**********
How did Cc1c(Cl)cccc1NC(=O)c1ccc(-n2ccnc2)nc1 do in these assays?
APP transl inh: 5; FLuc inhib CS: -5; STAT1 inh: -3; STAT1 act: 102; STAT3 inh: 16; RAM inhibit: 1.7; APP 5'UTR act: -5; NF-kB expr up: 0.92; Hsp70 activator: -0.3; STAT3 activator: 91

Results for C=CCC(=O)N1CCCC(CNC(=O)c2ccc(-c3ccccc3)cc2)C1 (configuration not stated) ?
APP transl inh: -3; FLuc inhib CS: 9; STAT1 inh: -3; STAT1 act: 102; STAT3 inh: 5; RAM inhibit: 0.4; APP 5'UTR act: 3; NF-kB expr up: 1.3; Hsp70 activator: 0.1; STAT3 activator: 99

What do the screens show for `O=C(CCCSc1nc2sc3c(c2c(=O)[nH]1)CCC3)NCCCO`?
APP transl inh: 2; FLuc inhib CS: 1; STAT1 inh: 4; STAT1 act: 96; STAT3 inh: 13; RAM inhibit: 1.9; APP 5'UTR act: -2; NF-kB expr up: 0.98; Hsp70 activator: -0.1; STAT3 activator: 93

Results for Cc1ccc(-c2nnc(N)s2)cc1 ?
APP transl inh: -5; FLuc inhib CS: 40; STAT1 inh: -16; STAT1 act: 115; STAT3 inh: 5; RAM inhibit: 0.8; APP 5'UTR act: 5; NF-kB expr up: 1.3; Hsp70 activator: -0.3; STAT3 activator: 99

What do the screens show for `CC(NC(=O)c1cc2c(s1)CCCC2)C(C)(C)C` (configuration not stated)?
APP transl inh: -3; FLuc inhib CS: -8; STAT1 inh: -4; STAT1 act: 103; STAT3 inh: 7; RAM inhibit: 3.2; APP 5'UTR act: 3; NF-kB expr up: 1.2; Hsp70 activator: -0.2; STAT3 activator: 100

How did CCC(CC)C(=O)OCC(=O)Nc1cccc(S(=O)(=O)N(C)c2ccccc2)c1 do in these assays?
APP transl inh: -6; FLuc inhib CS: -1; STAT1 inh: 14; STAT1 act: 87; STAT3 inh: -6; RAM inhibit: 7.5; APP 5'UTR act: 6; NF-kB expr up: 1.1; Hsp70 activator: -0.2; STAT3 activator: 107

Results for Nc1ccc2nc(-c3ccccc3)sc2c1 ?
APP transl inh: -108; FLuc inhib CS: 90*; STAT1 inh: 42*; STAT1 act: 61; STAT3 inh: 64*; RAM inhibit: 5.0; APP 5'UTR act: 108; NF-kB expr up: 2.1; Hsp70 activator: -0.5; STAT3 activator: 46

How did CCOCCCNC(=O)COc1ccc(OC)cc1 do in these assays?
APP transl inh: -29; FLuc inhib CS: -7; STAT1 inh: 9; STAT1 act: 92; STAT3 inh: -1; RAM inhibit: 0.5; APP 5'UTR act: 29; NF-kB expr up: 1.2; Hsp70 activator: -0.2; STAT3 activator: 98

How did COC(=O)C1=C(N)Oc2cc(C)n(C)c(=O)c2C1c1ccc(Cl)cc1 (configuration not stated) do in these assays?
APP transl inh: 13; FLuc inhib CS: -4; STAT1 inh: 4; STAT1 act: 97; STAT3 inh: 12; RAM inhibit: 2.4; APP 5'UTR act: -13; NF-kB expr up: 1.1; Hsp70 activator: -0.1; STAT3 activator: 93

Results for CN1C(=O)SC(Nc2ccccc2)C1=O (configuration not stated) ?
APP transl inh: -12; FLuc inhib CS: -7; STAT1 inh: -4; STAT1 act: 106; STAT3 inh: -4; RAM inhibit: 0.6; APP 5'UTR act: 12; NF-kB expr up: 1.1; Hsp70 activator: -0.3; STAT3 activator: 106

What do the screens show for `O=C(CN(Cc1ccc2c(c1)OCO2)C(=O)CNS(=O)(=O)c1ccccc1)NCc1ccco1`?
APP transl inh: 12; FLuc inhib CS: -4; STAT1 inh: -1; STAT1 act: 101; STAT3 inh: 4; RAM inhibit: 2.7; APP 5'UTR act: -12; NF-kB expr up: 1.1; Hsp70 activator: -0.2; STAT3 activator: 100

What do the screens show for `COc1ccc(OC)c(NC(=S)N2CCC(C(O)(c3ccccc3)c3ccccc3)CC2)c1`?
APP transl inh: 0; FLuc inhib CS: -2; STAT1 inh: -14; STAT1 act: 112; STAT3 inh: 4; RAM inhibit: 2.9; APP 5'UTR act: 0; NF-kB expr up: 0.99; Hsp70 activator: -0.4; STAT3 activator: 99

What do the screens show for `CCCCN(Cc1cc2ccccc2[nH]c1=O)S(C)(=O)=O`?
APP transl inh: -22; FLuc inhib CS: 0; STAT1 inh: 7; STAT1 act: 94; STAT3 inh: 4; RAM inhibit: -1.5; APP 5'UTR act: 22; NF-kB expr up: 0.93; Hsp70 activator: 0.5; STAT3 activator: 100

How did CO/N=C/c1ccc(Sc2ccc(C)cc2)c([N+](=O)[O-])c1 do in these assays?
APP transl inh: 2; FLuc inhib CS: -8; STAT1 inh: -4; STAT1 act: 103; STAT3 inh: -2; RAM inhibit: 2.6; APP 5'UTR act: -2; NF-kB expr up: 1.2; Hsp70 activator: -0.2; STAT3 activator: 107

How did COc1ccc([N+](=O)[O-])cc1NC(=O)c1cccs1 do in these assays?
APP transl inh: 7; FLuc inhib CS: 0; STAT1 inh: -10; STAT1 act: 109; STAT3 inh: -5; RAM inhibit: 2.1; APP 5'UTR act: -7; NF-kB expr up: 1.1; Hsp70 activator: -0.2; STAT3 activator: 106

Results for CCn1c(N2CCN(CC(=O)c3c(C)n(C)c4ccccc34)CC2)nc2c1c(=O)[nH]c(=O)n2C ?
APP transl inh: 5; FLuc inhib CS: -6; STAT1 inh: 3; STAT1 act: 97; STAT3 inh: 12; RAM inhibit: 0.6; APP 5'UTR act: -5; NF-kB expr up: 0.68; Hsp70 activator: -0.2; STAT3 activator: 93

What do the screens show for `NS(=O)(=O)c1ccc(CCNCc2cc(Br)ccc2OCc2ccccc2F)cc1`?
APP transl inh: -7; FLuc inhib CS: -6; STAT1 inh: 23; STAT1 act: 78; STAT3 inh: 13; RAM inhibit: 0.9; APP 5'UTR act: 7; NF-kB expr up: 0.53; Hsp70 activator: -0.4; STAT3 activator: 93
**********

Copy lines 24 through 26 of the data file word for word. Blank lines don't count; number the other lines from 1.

APP transl inh: 0; FLuc inhib CS: -2; STAT1 inh: -14; STAT1 act: 112; STAT3 inh: 4; RAM inhibit: 2.9; APP 5'UTR act: 0; NF-kB expr up: 0.99; Hsp70 activator: -0.4; STAT3 activator: 99

What do the screens show for `CCCCN(Cc1cc2ccccc2[nH]c1=O)S(C)(=O)=O`?
APP transl inh: -22; FLuc inhib CS: 0; STAT1 inh: 7; STAT1 act: 94; STAT3 inh: 4; RAM inhibit: -1.5; APP 5'UTR act: 22; NF-kB expr up: 0.93; Hsp70 activator: 0.5; STAT3 activator: 100